Landslide headline both succeeded and failed
By Mike Wiggins
The headline shook me when I unfolded the paper Wednesday morning.
“Tomb of mud,” it read in big, bold type — much bigger and bolder than we normally run in The Daily Sentinel.
The angry and upset calls and emails began early and continued throughout the day and into Thursday. I received about three dozen of them. Other employees here received many others.
Readers demanded to know: How could you write such an insensitive, disrespectful headline? How would you feel if it were your family members missing up there? Some screamed. Some broke down in tears. One young man told me matter-of-factly he would have “burned down your building” if it had been his family involved.
I understand the strong, emotional reactions, because if you live in Plateau Valley, you lost three family members Sunday, whether you were related to them or not. The strong bonds in those close-knit communities on Grand Mesa were made clear to me in the conversations I had with the babysitters, teachers, daughters, friends and neighbors of Wes Hawkins and Clancy and Dan Nichols.
We know the power behind the words that appeared at the top of our front page Wednesday, the images they conjure. Those words are hard to read, uncomfortable — even nauseating for some. They reflect the terrible reality that has hit the Hawkins and Nichols families, the residents of Collbran and all who know them.
We are, unfortunately, in the business of occasionally relaying horrible news. And we’re in the tough but necessary position of telling stories fraught with grief and emotion as honestly and dispassionately as possible. That approach to our job doesn’t mean we are uncompassionate people. That approach does mean that sometimes people will be offended by what they see in the paper.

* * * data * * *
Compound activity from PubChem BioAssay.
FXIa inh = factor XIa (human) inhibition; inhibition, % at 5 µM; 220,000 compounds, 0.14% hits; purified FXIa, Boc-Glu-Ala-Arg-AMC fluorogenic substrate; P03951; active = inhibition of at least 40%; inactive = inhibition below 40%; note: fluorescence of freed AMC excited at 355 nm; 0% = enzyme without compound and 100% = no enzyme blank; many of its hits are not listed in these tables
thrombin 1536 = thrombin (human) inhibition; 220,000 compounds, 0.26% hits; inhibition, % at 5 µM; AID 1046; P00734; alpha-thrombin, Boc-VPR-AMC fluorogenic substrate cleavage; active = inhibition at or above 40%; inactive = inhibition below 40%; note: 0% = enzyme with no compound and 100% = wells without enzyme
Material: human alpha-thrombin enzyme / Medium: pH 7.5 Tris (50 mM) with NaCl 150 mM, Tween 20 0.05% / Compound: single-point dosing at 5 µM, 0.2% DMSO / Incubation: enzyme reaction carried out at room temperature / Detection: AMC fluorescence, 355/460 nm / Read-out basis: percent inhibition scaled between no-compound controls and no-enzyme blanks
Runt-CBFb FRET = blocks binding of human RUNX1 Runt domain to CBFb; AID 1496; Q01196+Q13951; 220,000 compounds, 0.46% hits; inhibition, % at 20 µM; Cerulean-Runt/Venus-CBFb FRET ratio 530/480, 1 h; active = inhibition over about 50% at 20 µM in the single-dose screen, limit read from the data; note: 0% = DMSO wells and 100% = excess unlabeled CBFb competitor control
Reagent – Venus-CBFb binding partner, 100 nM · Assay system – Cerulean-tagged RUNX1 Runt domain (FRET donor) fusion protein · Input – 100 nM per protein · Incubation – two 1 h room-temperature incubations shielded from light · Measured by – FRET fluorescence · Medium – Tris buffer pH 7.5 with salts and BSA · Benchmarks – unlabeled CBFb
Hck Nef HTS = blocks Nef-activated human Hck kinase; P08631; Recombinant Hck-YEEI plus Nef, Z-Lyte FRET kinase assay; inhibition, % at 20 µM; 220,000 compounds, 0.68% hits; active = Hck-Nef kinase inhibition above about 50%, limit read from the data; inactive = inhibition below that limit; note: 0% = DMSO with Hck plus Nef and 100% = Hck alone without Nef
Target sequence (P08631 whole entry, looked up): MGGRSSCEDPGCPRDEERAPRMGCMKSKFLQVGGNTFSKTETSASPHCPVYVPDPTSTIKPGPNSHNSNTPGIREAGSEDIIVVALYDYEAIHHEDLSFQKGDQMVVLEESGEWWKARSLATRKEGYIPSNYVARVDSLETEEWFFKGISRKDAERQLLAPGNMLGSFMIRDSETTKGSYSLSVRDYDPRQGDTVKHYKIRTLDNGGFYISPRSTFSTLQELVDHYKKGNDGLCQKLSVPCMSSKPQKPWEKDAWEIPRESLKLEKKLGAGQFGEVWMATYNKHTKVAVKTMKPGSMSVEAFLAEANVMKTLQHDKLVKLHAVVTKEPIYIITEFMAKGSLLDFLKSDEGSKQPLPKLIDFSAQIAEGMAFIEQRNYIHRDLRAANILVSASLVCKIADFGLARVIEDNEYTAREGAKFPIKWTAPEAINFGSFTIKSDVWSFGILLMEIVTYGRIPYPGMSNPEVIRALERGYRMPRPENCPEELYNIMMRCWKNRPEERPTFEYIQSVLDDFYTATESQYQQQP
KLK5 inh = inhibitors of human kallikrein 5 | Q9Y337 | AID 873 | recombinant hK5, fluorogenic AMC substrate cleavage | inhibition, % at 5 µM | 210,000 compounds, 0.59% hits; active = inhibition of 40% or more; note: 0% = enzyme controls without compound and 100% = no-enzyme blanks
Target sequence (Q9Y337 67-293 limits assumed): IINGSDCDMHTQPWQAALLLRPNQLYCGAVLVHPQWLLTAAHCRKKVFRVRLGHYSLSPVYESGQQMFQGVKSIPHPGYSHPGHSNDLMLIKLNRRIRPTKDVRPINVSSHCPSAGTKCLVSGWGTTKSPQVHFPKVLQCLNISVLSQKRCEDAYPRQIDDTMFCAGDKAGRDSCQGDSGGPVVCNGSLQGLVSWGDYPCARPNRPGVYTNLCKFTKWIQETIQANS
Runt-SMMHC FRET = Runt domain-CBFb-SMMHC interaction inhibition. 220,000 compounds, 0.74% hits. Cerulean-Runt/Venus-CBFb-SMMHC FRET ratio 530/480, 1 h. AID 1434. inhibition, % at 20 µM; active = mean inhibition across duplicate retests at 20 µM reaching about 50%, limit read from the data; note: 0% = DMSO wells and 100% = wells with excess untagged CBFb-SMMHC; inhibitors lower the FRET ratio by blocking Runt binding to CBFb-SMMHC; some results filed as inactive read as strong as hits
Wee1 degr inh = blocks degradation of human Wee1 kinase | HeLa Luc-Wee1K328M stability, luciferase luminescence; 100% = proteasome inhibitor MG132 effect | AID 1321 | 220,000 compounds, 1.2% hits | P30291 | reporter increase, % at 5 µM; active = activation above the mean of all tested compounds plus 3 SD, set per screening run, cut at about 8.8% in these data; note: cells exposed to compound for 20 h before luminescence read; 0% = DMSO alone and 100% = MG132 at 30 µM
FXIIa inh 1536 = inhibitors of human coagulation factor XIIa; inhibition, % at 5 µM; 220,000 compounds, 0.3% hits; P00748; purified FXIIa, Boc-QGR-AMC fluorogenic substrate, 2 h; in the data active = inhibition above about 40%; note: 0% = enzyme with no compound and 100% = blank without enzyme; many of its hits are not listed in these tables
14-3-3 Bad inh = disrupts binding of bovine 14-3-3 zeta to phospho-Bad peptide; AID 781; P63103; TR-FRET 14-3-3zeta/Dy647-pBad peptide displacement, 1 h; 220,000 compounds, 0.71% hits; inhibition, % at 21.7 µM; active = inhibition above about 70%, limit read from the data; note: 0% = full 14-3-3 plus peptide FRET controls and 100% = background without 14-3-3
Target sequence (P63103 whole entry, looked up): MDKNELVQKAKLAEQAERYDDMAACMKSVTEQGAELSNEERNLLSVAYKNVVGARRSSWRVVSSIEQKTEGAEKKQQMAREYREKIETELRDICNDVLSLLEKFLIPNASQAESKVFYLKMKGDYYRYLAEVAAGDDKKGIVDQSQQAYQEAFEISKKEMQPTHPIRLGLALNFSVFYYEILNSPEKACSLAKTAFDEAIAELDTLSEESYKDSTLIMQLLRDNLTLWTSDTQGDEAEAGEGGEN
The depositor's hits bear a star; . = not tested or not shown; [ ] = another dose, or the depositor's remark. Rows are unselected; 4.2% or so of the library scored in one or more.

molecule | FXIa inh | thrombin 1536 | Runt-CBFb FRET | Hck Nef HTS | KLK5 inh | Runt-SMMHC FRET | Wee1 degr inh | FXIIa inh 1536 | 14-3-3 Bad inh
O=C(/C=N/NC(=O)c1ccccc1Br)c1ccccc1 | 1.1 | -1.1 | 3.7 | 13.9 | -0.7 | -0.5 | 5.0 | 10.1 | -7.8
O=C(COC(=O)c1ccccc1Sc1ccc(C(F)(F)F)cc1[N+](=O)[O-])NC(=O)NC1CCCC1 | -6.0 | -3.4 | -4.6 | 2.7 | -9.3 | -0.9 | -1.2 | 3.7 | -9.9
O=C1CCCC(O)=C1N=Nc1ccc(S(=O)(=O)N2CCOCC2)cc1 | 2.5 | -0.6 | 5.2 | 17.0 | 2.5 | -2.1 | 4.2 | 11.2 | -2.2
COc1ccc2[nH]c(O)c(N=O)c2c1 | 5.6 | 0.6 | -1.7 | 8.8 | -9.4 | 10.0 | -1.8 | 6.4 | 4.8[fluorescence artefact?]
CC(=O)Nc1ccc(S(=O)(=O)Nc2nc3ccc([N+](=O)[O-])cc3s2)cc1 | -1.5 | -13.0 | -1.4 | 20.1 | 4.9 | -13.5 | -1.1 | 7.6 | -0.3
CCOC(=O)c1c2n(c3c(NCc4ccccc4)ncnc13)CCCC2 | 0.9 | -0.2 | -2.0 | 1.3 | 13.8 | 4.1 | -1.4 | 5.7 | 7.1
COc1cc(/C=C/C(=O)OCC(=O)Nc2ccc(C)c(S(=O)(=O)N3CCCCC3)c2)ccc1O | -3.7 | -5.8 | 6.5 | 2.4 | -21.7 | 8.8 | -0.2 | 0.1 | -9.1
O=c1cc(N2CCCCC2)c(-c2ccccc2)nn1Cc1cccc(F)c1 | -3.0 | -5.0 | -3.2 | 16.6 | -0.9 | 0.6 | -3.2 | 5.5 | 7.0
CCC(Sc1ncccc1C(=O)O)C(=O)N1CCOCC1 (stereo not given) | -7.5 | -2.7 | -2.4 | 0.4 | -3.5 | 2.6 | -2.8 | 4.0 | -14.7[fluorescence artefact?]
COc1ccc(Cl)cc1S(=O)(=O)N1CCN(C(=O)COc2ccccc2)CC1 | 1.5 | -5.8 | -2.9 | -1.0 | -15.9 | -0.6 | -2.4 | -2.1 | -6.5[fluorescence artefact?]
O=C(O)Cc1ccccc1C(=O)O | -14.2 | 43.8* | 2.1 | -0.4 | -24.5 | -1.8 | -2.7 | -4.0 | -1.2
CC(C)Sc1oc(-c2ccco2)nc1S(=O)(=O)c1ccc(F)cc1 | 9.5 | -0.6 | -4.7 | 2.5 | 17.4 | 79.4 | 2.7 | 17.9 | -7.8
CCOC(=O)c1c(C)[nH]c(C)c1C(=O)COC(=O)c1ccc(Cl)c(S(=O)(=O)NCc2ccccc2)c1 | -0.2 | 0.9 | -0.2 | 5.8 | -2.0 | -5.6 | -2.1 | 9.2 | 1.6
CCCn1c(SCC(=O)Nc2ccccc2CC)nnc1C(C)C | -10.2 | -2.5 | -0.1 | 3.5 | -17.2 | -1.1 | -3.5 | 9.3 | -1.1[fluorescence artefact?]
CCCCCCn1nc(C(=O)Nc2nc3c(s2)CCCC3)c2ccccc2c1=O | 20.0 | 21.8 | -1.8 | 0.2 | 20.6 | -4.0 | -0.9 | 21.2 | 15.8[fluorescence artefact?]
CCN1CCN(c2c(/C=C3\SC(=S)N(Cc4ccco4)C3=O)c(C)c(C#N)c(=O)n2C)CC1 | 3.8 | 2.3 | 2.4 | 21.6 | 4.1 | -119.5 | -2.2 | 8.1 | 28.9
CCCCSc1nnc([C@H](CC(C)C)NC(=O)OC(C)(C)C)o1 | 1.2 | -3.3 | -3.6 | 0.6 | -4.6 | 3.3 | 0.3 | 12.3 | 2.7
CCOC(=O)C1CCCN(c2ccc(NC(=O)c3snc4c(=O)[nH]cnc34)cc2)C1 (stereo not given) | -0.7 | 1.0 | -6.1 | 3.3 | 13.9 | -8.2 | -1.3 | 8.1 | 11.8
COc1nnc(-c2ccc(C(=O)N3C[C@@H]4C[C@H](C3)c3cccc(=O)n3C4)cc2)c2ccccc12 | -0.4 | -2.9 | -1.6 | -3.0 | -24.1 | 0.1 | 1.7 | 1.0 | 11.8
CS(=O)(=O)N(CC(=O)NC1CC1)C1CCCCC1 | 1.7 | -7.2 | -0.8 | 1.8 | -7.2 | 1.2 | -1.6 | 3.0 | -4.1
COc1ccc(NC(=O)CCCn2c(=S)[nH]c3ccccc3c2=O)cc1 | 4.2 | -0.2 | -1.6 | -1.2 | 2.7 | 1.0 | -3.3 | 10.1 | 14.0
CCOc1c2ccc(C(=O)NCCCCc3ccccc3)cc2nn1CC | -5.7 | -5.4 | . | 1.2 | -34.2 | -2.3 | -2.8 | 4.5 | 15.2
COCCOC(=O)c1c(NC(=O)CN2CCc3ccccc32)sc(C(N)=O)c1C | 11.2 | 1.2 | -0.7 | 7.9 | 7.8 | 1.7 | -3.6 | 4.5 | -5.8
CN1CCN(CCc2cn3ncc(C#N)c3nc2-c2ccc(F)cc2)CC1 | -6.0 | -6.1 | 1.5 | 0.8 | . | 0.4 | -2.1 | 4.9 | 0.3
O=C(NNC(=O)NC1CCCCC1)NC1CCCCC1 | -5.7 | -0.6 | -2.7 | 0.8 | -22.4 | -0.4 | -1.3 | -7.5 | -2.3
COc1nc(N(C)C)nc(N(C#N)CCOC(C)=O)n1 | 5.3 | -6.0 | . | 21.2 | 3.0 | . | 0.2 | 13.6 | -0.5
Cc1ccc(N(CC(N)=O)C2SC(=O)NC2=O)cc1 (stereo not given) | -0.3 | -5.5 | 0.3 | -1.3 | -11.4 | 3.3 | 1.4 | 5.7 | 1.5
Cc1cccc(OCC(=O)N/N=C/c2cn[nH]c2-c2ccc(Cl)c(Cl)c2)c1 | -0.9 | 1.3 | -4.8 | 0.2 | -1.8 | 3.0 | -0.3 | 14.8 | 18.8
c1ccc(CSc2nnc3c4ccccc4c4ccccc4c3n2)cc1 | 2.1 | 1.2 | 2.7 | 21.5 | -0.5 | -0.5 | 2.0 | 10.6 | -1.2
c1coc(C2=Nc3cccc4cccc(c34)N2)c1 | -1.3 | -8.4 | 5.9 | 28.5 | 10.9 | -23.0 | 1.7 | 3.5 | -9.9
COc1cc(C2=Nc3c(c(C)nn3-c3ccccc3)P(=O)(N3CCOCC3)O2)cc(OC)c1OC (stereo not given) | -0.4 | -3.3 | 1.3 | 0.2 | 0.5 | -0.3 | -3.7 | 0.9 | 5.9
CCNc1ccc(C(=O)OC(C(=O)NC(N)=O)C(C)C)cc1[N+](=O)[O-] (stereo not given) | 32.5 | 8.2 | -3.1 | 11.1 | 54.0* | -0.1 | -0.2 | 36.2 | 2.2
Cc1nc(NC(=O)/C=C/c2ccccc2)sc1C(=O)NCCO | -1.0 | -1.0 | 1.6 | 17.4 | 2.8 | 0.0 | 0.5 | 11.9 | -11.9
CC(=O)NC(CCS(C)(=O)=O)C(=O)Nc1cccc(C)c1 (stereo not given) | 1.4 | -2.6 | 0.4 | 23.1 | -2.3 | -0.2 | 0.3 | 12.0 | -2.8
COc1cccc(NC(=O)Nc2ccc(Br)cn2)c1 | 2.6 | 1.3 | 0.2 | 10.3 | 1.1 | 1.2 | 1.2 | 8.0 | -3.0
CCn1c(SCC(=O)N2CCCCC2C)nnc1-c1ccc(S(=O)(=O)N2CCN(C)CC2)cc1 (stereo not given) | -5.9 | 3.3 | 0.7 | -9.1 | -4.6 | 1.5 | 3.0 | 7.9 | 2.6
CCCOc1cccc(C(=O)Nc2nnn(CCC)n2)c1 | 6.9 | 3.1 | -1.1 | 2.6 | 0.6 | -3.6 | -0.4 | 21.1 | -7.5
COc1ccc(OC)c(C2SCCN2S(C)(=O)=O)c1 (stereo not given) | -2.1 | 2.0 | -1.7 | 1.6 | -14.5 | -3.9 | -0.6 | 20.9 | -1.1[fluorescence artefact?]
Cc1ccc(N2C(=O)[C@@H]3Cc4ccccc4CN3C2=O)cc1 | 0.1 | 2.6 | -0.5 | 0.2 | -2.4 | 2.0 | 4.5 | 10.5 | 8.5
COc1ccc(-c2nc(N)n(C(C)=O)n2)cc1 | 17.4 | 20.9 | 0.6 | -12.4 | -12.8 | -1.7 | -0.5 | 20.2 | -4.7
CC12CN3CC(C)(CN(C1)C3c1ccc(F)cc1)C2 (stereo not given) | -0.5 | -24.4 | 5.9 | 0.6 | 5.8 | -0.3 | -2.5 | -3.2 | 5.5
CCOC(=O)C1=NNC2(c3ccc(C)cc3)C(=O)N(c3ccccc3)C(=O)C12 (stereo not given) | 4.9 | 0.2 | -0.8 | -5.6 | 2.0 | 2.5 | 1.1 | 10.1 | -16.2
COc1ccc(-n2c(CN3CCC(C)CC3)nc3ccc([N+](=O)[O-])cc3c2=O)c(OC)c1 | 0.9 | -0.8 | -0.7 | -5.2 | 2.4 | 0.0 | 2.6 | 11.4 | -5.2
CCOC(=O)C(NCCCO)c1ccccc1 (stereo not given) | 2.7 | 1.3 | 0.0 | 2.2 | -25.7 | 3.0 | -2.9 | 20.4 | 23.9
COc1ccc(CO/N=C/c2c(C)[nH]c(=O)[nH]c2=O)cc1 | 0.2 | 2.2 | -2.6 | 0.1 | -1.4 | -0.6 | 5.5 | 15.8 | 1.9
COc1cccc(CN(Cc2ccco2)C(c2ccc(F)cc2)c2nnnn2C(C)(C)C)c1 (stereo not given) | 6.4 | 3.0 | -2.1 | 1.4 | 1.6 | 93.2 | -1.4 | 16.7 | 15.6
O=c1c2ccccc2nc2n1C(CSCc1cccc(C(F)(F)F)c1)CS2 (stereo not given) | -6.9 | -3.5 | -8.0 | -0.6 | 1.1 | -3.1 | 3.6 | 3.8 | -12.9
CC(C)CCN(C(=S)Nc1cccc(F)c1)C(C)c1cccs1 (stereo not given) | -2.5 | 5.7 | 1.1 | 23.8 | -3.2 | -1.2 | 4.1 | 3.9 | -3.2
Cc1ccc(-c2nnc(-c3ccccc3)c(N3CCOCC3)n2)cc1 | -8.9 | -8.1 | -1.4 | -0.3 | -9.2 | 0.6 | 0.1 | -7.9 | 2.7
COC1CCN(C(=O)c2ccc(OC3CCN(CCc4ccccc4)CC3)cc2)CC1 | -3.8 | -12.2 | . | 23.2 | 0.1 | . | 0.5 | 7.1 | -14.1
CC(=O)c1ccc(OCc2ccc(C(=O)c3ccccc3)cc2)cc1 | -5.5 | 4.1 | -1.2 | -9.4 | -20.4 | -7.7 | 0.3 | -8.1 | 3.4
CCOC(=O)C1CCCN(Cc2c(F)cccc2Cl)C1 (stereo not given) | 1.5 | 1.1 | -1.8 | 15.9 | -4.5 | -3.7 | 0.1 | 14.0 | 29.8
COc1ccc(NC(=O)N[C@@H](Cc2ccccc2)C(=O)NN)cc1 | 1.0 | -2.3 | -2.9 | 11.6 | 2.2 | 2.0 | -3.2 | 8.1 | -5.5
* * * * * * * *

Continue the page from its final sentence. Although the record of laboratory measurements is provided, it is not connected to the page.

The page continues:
The editors here met Tuesday afternoon, just as we do every weekday afternoon, to discuss the content that will appear in the next day’s newspaper, as well as where and how it will appear. On Tuesday, we decided to dedicate the entire front page to coverage of the landslide — an extremely rare move but one we felt was warranted.
The copy editor who designed the page and wrote the headline did so with multiple goals in mind — to starkly, accurately and meaningfully reflect a life-altering event and its impacts on the people and the land in Plateau Valley. The work he and others did to put together Wednesday’s front page was intended to have a sobering, emotional effect on those who viewed it, based on factual, fair reporting. That is what stirs people to action, to want to improve their lives and their communities, to come to the aid of those in need.
Greg Ruland, one of our reporters who has covered this story, put it best in a response to one of the many critical emails we received:
“The purpose of a headline is to attract the reader’s eye with a dramatic turn of phrase that accurately portrays the story. Based on those criteria, the headline succeeds. It is stark, accurate and eye-catching.
“On the other hand, it also challenges a community standard for what is appropriate in headlines. It is insensitive to the feelings of the families and all the folks who live out your way. On that basis, it fails.”
Ultimately, it’s incumbent upon us to listen to you, the community, and reflect you in what we do here. If we do that honestly, fairly and thoughtfully, then I believe we are doing our job properly.